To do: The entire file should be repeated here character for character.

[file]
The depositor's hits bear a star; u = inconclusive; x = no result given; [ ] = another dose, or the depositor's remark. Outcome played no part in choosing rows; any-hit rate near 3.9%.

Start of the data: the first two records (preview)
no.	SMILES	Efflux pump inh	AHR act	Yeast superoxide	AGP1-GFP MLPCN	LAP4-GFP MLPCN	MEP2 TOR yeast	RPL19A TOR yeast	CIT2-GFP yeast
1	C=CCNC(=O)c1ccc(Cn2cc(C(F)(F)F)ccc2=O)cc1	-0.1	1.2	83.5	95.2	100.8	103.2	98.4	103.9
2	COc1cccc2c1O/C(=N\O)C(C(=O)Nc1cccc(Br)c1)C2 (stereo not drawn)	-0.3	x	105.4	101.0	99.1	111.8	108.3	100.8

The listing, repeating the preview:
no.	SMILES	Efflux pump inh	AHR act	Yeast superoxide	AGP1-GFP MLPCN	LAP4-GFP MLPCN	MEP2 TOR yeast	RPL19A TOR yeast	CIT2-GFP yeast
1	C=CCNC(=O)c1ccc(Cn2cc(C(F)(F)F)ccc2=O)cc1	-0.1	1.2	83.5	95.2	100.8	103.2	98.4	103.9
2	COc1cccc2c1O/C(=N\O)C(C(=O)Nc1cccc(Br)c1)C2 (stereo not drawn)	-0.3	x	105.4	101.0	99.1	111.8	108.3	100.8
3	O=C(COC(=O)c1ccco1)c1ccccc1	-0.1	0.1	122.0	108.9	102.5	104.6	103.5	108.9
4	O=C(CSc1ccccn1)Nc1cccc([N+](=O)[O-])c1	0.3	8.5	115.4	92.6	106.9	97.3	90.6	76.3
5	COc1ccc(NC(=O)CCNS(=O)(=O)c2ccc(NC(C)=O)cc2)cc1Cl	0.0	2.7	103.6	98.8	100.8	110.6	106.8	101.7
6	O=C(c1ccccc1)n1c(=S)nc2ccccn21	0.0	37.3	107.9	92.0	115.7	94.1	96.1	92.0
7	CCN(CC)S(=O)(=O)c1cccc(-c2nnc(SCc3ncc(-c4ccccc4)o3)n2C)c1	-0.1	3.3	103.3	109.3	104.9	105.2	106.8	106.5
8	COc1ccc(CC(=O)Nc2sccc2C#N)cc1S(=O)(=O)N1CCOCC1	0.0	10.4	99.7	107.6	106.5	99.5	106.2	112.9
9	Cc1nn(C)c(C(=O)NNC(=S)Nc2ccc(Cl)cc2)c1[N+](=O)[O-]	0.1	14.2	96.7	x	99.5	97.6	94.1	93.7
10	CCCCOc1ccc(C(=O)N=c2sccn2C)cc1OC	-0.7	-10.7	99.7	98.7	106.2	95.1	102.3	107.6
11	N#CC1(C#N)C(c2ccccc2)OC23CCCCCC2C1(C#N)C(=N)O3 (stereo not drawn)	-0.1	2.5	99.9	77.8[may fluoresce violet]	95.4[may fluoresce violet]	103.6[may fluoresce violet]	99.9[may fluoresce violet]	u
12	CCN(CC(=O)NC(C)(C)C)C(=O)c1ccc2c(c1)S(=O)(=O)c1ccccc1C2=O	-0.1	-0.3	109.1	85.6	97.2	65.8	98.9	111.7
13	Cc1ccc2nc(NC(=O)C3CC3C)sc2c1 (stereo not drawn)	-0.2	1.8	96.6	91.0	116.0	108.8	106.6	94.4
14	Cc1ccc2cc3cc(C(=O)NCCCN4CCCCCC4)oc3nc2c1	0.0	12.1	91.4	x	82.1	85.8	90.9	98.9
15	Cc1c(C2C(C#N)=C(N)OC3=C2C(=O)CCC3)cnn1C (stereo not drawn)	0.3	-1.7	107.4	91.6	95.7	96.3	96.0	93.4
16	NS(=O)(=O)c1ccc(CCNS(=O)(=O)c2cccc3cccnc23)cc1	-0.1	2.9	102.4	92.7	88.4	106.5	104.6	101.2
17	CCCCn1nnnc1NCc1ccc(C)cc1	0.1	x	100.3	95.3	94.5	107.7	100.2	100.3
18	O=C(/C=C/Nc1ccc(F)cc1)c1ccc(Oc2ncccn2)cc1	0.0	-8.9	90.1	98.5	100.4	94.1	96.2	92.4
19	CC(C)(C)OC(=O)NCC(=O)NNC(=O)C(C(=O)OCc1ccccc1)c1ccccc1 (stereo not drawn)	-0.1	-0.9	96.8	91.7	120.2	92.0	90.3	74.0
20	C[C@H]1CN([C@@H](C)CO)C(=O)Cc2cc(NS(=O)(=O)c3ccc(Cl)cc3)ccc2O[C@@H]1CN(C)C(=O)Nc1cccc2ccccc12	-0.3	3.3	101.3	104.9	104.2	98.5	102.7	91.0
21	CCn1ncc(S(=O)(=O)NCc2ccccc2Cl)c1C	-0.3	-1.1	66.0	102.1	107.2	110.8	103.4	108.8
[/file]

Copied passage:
The depositor's hits bear a star; u = inconclusive; x = no result given; [ ] = another dose, or the depositor's remark. Outcome played no part in choosing rows; any-hit rate near 3.9%.

Start of the data: the first two records (preview)
no.	SMILES	Efflux pump inh	AHR act	Yeast superoxide	AGP1-GFP MLPCN	LAP4-GFP MLPCN	MEP2 TOR yeast	RPL19A TOR yeast	CIT2-GFP yeast
1	C=CCNC(=O)c1ccc(Cn2cc(C(F)(F)F)ccc2=O)cc1	-0.1	1.2	83.5	95.2	100.8	103.2	98.4	103.9
2	COc1cccc2c1O/C(=N\O)C(C(=O)Nc1cccc(Br)c1)C2 (stereo not drawn)	-0.3	x	105.4	101.0	99.1	111.8	108.3	100.8

The listing, repeating the preview:
no.	SMILES	Efflux pump inh	AHR act	Yeast superoxide	AGP1-GFP MLPCN	LAP4-GFP MLPCN	MEP2 TOR yeast	RPL19A TOR yeast	CIT2-GFP yeast
1	C=CCNC(=O)c1ccc(Cn2cc(C(F)(F)F)ccc2=O)cc1	-0.1	1.2	83.5	95.2	100.8	103.2	98.4	103.9
2	COc1cccc2c1O/C(=N\O)C(C(=O)Nc1cccc(Br)c1)C2 (stereo not drawn)	-0.3	x	105.4	101.0	99.1	111.8	108.3	100.8
3	O=C(COC(=O)c1ccco1)c1ccccc1	-0.1	0.1	122.0	108.9	102.5	104.6	103.5	108.9
4	O=C(CSc1ccccn1)Nc1cccc([N+](=O)[O-])c1	0.3	8.5	115.4	92.6	106.9	97.3	90.6	76.3
5	COc1ccc(NC(=O)CCNS(=O)(=O)c2ccc(NC(C)=O)cc2)cc1Cl	0.0	2.7	103.6	98.8	100.8	110.6	106.8	101.7
6	O=C(c1ccccc1)n1c(=S)nc2ccccn21	0.0	37.3	107.9	92.0	115.7	94.1	96.1	92.0
7	CCN(CC)S(=O)(=O)c1cccc(-c2nnc(SCc3ncc(-c4ccccc4)o3)n2C)c1	-0.1	3.3	103.3	109.3	104.9	105.2	106.8	106.5
8	COc1ccc(CC(=O)Nc2sccc2C#N)cc1S(=O)(=O)N1CCOCC1	0.0	10.4	99.7	107.6	106.5	99.5	106.2	112.9
9	Cc1nn(C)c(C(=O)NNC(=S)Nc2ccc(Cl)cc2)c1[N+](=O)[O-]	0.1	14.2	96.7	x	99.5	97.6	94.1	93.7
10	CCCCOc1ccc(C(=O)N=c2sccn2C)cc1OC	-0.7	-10.7	99.7	98.7	106.2	95.1	102.3	107.6
11	N#CC1(C#N)C(c2ccccc2)OC23CCCCCC2C1(C#N)C(=N)O3 (stereo not drawn)	-0.1	2.5	99.9	77.8[may fluoresce violet]	95.4[may fluoresce violet]	103.6[may fluoresce violet]	99.9[may fluoresce violet]	u
12	CCN(CC(=O)NC(C)(C)C)C(=O)c1ccc2c(c1)S(=O)(=O)c1ccccc1C2=O	-0.1	-0.3	109.1	85.6	97.2	65.8	98.9	111.7
13	Cc1ccc2nc(NC(=O)C3CC3C)sc2c1 (stereo not drawn)	-0.2	1.8	96.6	91.0	116.0	108.8	106.6	94.4
14	Cc1ccc2cc3cc(C(=O)NCCCN4CCCCCC4)oc3nc2c1	0.0	12.1	91.4	x	82.1	85.8	90.9	98.9
15	Cc1c(C2C(C#N)=C(N)OC3=C2C(=O)CCC3)cnn1C (stereo not drawn)	0.3	-1.7	107.4	91.6	95.7	96.3	96.0	93.4
16	NS(=O)(=O)c1ccc(CCNS(=O)(=O)c2cccc3cccnc23)cc1	-0.1	2.9	102.4	92.7	88.4	106.5	104.6	101.2
17	CCCCn1nnnc1NCc1ccc(C)cc1	0.1	x	100.3	95.3	94.5	107.7	100.2	100.3
18	O=C(/C=C/Nc1ccc(F)cc1)c1ccc(Oc2ncccn2)cc1	0.0	-8.9	90.1	98.5	100.4	94.1	96.2	92.4
19	CC(C)(C)OC(=O)NCC(=O)NNC(=O)C(C(=O)OCc1ccccc1)c1ccccc1 (stereo not drawn)	-0.1	-0.9	96.8	91.7	120.2	92.0	90.3	74.0
20	C[C@H]1CN([C@@H](C)CO)C(=O)Cc2cc(NS(=O)(=O)c3ccc(Cl)cc3)ccc2O[C@@H]1CN(C)C(=O)Nc1cccc2ccccc12	-0.3	3.3	101.3	104.9	104.2	98.5	102.7	91.0
21	CCn1ncc(S(=O)(=O)NCc2ccccc2Cl)c1C	-0.3	-1.1	66.0	102.1	107.2	110.8	103.4	108.8